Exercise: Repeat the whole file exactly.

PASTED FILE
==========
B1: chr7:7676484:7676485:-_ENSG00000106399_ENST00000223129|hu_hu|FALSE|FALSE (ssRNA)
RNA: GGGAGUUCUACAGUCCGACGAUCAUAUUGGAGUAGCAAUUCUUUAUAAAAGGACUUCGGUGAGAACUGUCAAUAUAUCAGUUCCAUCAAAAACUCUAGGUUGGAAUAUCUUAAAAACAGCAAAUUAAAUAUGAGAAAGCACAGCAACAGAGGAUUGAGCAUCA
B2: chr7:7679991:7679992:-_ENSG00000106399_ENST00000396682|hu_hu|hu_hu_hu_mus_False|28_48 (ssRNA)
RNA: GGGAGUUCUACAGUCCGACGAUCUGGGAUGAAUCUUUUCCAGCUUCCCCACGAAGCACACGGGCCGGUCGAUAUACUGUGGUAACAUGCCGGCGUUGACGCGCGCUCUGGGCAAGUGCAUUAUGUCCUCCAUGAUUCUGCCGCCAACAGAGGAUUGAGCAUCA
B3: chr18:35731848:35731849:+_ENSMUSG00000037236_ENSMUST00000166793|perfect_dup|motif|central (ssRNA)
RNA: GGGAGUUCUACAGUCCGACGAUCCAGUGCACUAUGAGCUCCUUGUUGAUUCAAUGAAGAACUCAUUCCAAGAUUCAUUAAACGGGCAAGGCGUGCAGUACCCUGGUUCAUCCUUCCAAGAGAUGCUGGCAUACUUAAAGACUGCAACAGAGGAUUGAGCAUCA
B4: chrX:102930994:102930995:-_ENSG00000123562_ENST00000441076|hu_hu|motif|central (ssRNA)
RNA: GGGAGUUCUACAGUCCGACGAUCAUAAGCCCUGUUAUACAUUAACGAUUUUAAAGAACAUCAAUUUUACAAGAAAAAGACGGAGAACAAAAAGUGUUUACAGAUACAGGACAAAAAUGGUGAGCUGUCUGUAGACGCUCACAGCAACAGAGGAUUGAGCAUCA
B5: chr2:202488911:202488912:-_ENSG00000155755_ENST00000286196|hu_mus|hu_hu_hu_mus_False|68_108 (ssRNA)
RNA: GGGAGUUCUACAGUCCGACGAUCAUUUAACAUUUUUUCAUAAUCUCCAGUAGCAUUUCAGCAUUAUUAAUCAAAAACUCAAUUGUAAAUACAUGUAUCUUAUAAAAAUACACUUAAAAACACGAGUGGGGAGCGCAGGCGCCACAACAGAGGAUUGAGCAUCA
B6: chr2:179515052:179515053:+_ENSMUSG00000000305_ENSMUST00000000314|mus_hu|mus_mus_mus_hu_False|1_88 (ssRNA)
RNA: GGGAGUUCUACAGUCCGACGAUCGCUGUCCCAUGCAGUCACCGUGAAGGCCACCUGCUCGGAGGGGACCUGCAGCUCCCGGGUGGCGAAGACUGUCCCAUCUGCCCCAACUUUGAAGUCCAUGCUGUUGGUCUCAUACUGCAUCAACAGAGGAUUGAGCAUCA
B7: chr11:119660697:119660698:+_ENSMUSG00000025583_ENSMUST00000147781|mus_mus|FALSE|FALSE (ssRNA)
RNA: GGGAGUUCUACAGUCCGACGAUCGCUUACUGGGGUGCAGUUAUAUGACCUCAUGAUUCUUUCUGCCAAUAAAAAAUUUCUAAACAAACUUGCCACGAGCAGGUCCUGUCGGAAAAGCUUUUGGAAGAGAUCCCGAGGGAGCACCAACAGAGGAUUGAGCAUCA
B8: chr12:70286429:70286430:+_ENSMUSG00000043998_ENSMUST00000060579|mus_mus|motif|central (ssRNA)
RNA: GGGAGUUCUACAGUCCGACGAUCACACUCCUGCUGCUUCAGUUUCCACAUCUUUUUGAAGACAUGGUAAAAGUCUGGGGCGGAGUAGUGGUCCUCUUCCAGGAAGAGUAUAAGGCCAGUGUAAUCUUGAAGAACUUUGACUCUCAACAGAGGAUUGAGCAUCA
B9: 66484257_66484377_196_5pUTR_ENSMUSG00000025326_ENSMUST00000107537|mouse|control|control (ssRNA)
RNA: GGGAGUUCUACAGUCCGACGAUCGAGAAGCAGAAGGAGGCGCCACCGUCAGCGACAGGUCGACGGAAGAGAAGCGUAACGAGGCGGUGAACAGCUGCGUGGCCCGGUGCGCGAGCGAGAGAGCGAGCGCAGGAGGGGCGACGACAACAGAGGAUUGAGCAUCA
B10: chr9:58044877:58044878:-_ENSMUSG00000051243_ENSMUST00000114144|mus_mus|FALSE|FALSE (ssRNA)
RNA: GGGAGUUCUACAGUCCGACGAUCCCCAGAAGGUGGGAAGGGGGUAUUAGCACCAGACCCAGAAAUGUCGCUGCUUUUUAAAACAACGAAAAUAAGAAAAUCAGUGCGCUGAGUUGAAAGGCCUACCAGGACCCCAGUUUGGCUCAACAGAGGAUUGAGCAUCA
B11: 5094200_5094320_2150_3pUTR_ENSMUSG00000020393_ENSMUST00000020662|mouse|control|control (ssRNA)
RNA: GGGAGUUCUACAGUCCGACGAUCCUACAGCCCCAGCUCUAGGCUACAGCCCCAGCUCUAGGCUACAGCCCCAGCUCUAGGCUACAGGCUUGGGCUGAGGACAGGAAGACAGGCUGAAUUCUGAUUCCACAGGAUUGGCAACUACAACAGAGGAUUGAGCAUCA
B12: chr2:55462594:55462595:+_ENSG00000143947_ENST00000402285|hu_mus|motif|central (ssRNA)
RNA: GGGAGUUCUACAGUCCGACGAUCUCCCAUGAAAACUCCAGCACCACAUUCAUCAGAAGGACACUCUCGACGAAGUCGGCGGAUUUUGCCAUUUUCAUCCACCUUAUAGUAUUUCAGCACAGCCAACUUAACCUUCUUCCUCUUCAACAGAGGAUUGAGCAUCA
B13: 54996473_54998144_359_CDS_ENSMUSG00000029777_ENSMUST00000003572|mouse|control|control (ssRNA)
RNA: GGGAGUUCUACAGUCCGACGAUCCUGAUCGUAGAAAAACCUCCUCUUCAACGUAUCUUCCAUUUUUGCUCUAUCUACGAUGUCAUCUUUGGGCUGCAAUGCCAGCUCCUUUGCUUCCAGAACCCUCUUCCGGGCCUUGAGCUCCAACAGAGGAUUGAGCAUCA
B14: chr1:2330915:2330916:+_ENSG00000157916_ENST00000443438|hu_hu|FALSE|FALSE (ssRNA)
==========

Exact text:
B1: chr7:7676484:7676485:-_ENSG00000106399_ENST00000223129|hu_hu|FALSE|FALSE (ssRNA)
RNA: GGGAGUUCUACAGUCCGACGAUCAUAUUGGAGUAGCAAUUCUUUAUAAAAGGACUUCGGUGAGAACUGUCAAUAUAUCAGUUCCAUCAAAAACUCUAGGUUGGAAUAUCUUAAAAACAGCAAAUUAAAUAUGAGAAAGCACAGCAACAGAGGAUUGAGCAUCA
B2: chr7:7679991:7679992:-_ENSG00000106399_ENST00000396682|hu_hu|hu_hu_hu_mus_False|28_48 (ssRNA)
RNA: GGGAGUUCUACAGUCCGACGAUCUGGGAUGAAUCUUUUCCAGCUUCCCCACGAAGCACACGGGCCGGUCGAUAUACUGUGGUAACAUGCCGGCGUUGACGCGCGCUCUGGGCAAGUGCAUUAUGUCCUCCAUGAUUCUGCCGCCAACAGAGGAUUGAGCAUCA
B3: chr18:35731848:35731849:+_ENSMUSG00000037236_ENSMUST00000166793|perfect_dup|motif|central (ssRNA)
RNA: GGGAGUUCUACAGUCCGACGAUCCAGUGCACUAUGAGCUCCUUGUUGAUUCAAUGAAGAACUCAUUCCAAGAUUCAUUAAACGGGCAAGGCGUGCAGUACCCUGGUUCAUCCUUCCAAGAGAUGCUGGCAUACUUAAAGACUGCAACAGAGGAUUGAGCAUCA
B4: chrX:102930994:102930995:-_ENSG00000123562_ENST00000441076|hu_hu|motif|central (ssRNA)
RNA: GGGAGUUCUACAGUCCGACGAUCAUAAGCCCUGUUAUACAUUAACGAUUUUAAAGAACAUCAAUUUUACAAGAAAAAGACGGAGAACAAAAAGUGUUUACAGAUACAGGACAAAAAUGGUGAGCUGUCUGUAGACGCUCACAGCAACAGAGGAUUGAGCAUCA
B5: chr2:202488911:202488912:-_ENSG00000155755_ENST00000286196|hu_mus|hu_hu_hu_mus_False|68_108 (ssRNA)
RNA: GGGAGUUCUACAGUCCGACGAUCAUUUAACAUUUUUUCAUAAUCUCCAGUAGCAUUUCAGCAUUAUUAAUCAAAAACUCAAUUGUAAAUACAUGUAUCUUAUAAAAAUACACUUAAAAACACGAGUGGGGAGCGCAGGCGCCACAACAGAGGAUUGAGCAUCA
B6: chr2:179515052:179515053:+_ENSMUSG00000000305_ENSMUST00000000314|mus_hu|mus_mus_mus_hu_False|1_88 (ssRNA)
RNA: GGGAGUUCUACAGUCCGACGAUCGCUGUCCCAUGCAGUCACCGUGAAGGCCACCUGCUCGGAGGGGACCUGCAGCUCCCGGGUGGCGAAGACUGUCCCAUCUGCCCCAACUUUGAAGUCCAUGCUGUUGGUCUCAUACUGCAUCAACAGAGGAUUGAGCAUCA
B7: chr11:119660697:119660698:+_ENSMUSG00000025583_ENSMUST00000147781|mus_mus|FALSE|FALSE (ssRNA)
RNA: GGGAGUUCUACAGUCCGACGAUCGCUUACUGGGGUGCAGUUAUAUGACCUCAUGAUUCUUUCUGCCAAUAAAAAAUUUCUAAACAAACUUGCCACGAGCAGGUCCUGUCGGAAAAGCUUUUGGAAGAGAUCCCGAGGGAGCACCAACAGAGGAUUGAGCAUCA
B8: chr12:70286429:70286430:+_ENSMUSG00000043998_ENSMUST00000060579|mus_mus|motif|central (ssRNA)
RNA: GGGAGUUCUACAGUCCGACGAUCACACUCCUGCUGCUUCAGUUUCCACAUCUUUUUGAAGACAUGGUAAAAGUCUGGGGCGGAGUAGUGGUCCUCUUCCAGGAAGAGUAUAAGGCCAGUGUAAUCUUGAAGAACUUUGACUCUCAACAGAGGAUUGAGCAUCA
B9: 66484257_66484377_196_5pUTR_ENSMUSG00000025326_ENSMUST00000107537|mouse|control|control (ssRNA)
RNA: GGGAGUUCUACAGUCCGACGAUCGAGAAGCAGAAGGAGGCGCCACCGUCAGCGACAGGUCGACGGAAGAGAAGCGUAACGAGGCGGUGAACAGCUGCGUGGCCCGGUGCGCGAGCGAGAGAGCGAGCGCAGGAGGGGCGACGACAACAGAGGAUUGAGCAUCA
B10: chr9:58044877:58044878:-_ENSMUSG00000051243_ENSMUST00000114144|mus_mus|FALSE|FALSE (ssRNA)
RNA: GGGAGUUCUACAGUCCGACGAUCCCCAGAAGGUGGGAAGGGGGUAUUAGCACCAGACCCAGAAAUGUCGCUGCUUUUUAAAACAACGAAAAUAAGAAAAUCAGUGCGCUGAGUUGAAAGGCCUACCAGGACCCCAGUUUGGCUCAACAGAGGAUUGAGCAUCA
B11: 5094200_5094320_2150_3pUTR_ENSMUSG00000020393_ENSMUST00000020662|mouse|control|control (ssRNA)
RNA: GGGAGUUCUACAGUCCGACGAUCCUACAGCCCCAGCUCUAGGCUACAGCCCCAGCUCUAGGCUACAGCCCCAGCUCUAGGCUACAGGCUUGGGCUGAGGACAGGAAGACAGGCUGAAUUCUGAUUCCACAGGAUUGGCAACUACAACAGAGGAUUGAGCAUCA
B12: chr2:55462594:55462595:+_ENSG00000143947_ENST00000402285|hu_mus|motif|central (ssRNA)
RNA: GGGAGUUCUACAGUCCGACGAUCUCCCAUGAAAACUCCAGCACCACAUUCAUCAGAAGGACACUCUCGACGAAGUCGGCGGAUUUUGCCAUUUUCAUCCACCUUAUAGUAUUUCAGCACAGCCAACUUAACCUUCUUCCUCUUCAACAGAGGAUUGAGCAUCA
B13: 54996473_54998144_359_CDS_ENSMUSG00000029777_ENSMUST00000003572|mouse|control|control (ssRNA)
RNA: GGGAGUUCUACAGUCCGACGAUCCUGAUCGUAGAAAAACCUCCUCUUCAACGUAUCUUCCAUUUUUGCUCUAUCUACGAUGUCAUCUUUGGGCUGCAAUGCCAGCUCCUUUGCUUCCAGAACCCUCUUCCGGGCCUUGAGCUCCAACAGAGGAUUGAGCAUCA
B14: chr1:2330915:2330916:+_ENSG00000157916_ENST00000443438|hu_hu|FALSE|FALSE (ssRNA)